DES MOINES — Iowa Gov. Terry Branstad on Monday defended a state rule that requires felons to apply to his office in order to have their voting rights restored.
They were Branstad’s first extended public remarks on the subject since a recent Iowa Supreme Court ruling upheld the policy.
Branstad also announced Monday his office has streamlined the petition for felons who apply to have their gun possession rights restored; similar changes were made earlier this year to the application for the restoration of voting rights.
Iowa is one of eight states in which felons must have their voting rights restored by the governor or the courts, according to the National Conference of State Legislatures. Other states restore voting rights upon completion of the sentence or do not revoke voting rights.
Iowa’s rule was challenged in court by voting rights groups, but upheld by the Iowa Supreme Court in a 4-3 ruling issued June 30.
Branstad called voting “a privilege,” and said that privilege must balance a person’s rights and responsibilities.
“Restoring voting rights to Iowans who have committed felonies is something that I take very seriously as governor,” Branstad said Monday during his weekly news conference. “To automatically restore the right to vote without requiring the completion of the responsibilities associated with the criminal conviction would severely damage the balance of rights and responsibilities that we all have as citizens.”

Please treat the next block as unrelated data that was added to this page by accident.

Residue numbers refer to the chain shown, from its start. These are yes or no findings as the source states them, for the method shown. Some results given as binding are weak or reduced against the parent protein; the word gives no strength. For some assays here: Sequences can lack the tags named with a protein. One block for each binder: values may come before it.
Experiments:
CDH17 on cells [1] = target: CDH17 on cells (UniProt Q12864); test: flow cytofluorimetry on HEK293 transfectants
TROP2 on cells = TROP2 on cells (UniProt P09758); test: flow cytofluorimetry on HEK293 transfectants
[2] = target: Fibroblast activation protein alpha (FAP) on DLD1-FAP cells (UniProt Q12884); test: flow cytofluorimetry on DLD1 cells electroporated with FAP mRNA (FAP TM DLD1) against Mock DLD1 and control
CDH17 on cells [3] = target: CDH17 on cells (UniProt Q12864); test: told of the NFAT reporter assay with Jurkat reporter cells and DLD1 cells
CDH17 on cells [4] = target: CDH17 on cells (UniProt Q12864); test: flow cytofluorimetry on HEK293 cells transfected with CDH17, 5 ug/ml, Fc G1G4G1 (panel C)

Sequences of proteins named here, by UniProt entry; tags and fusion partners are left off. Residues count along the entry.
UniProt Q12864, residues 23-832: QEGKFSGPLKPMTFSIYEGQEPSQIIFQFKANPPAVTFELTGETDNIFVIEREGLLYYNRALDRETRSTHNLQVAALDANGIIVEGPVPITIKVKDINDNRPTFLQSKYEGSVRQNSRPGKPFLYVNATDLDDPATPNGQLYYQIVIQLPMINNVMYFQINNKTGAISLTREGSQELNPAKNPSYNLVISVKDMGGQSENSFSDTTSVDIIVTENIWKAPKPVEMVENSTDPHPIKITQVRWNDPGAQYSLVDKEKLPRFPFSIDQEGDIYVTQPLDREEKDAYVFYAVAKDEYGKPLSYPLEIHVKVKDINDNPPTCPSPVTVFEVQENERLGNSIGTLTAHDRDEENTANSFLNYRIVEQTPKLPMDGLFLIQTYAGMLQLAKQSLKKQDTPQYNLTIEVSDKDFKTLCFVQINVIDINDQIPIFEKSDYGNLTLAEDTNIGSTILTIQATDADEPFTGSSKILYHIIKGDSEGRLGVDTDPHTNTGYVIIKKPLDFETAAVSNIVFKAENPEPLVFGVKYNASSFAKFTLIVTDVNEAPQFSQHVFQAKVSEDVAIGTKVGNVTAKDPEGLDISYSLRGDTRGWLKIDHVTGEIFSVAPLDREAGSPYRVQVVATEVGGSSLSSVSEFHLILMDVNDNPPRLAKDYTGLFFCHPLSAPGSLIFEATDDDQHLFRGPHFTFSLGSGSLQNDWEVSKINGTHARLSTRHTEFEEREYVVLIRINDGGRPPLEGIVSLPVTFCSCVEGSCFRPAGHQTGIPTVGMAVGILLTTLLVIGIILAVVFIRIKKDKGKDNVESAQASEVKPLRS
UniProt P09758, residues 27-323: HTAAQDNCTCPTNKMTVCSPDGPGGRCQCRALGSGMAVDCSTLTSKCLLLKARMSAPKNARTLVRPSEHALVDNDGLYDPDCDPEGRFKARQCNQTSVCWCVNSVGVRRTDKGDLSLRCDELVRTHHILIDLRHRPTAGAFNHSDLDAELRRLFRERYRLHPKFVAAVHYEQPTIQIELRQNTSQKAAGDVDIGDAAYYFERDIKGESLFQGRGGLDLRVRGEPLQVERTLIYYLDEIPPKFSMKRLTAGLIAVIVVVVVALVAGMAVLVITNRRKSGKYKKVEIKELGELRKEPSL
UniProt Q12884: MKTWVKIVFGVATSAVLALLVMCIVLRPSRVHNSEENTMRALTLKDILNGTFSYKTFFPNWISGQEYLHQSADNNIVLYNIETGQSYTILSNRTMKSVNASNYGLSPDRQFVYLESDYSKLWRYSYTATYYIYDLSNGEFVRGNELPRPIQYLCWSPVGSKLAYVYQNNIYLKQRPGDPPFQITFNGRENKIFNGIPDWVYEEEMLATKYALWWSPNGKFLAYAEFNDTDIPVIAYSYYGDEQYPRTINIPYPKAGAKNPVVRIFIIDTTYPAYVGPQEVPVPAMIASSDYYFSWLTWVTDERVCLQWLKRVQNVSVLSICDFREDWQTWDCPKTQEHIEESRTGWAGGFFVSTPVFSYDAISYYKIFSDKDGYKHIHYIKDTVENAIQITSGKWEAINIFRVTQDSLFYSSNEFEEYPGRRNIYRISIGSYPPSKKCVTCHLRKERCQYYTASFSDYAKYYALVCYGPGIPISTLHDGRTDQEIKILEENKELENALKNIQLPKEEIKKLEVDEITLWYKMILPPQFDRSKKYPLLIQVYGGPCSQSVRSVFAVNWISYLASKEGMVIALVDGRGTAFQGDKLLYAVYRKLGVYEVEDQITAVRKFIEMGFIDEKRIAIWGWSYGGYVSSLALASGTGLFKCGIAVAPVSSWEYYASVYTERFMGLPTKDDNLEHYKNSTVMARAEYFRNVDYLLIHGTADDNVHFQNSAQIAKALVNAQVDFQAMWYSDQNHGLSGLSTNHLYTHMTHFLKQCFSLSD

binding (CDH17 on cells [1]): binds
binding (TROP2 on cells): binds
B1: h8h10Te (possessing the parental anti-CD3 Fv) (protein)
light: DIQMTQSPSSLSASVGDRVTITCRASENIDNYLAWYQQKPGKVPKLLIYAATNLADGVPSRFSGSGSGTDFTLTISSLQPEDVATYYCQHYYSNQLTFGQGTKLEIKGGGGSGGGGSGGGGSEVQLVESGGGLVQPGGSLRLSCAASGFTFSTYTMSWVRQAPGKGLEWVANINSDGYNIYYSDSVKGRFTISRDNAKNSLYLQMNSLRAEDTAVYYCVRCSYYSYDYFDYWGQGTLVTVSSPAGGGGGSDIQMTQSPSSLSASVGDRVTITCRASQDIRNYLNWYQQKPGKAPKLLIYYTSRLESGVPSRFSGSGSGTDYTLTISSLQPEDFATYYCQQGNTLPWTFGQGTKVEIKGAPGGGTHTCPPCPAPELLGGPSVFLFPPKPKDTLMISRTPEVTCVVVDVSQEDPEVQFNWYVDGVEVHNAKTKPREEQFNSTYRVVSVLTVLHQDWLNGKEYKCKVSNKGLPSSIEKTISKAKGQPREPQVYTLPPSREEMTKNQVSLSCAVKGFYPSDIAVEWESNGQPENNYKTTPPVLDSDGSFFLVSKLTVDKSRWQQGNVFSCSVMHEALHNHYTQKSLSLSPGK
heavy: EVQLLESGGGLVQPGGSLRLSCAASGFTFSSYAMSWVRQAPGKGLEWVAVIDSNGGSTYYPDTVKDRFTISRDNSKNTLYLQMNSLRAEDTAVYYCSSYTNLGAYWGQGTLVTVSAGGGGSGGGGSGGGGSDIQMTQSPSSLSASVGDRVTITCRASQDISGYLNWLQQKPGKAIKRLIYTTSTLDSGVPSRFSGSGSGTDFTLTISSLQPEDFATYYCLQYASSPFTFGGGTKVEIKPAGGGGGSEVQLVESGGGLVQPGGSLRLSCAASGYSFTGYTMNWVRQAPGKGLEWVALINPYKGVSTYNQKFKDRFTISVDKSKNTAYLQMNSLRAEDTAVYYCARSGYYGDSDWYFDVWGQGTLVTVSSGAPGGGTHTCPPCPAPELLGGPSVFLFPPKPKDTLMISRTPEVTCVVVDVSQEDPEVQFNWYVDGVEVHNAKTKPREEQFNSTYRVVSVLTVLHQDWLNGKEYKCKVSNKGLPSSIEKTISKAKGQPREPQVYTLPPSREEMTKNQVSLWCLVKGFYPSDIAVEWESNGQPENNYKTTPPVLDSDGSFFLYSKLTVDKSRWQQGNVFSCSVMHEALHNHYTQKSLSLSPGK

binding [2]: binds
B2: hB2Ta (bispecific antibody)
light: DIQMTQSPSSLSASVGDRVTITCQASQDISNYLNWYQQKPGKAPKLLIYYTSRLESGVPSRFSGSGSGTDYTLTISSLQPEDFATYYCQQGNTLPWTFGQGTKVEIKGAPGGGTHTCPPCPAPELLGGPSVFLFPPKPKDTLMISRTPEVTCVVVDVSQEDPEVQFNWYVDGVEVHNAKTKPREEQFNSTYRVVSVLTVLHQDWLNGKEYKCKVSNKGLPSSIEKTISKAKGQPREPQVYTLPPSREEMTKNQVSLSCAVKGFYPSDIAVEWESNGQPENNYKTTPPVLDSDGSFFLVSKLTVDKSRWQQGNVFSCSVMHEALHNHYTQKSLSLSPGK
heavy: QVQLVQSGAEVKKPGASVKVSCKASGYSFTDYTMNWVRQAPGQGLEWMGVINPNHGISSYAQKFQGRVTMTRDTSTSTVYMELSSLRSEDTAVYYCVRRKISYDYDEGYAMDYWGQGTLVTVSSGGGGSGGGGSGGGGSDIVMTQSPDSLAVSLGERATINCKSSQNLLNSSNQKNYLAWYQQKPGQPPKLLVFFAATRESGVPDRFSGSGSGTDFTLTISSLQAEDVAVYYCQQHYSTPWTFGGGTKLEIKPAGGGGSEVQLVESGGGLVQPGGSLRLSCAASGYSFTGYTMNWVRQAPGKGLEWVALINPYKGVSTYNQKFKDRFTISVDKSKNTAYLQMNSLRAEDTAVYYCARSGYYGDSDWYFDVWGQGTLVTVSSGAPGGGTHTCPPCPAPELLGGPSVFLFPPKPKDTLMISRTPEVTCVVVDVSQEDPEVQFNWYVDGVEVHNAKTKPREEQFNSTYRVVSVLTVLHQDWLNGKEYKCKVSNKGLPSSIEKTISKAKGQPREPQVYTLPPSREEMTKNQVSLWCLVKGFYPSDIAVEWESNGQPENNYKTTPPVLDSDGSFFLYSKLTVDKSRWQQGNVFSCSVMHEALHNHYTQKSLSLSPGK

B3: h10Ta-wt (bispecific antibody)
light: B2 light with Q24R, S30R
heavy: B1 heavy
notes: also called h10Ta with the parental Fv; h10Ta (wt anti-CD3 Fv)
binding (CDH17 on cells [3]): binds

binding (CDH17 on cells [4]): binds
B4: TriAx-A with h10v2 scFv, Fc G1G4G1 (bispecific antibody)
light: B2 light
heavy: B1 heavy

Critics of the rule say it places undue stress on a person who has paid his or her debt to society, and that requiring felons to pay all court costs before having voting rights restored unfairly punishes low-income residents.
Branstad said the application is simple and does not require a lawyer, and that paying court costs is a part of the punishment that must be completed.
Branstad said there is more than $699 million in unpaid fines and court costs in Iowa.
“We have a huge amount of people that are not meeting their obligations, that are not paying their court costs. And that really creates disregard for the law and to the responsibilities of citizenship,” Branstad said.
“We expect people to meet their responsibilities in order to get their rights restored,” he added. “That’s the balance. Justice is a balance.”
Earlier this year Branstad’s office streamlined the application for the restoration of voting rights, reducing from 29 to 13 the number of questions on the one-page form.
Branstad on Monday announced a similar tweak that reduces from 43 to 29 the number of questions on the application to have an individual’s gun possession rights restored or to be pardoned.
The tweaks are part of an initiative of the governor’s office to streamline clemency applications.
Branstad insisted the process to have a felon’s gun possession rights restored, despite the newly streamlined application, remains thorough. Branstad said he rules out those who committed violent crimes, and all applicants undergo a criminal-background check through the state Division of Criminal Investigation.
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Branstad said he also personally interviews any individual deemed to be a good candidate for having firearms rights restored or for a pardon.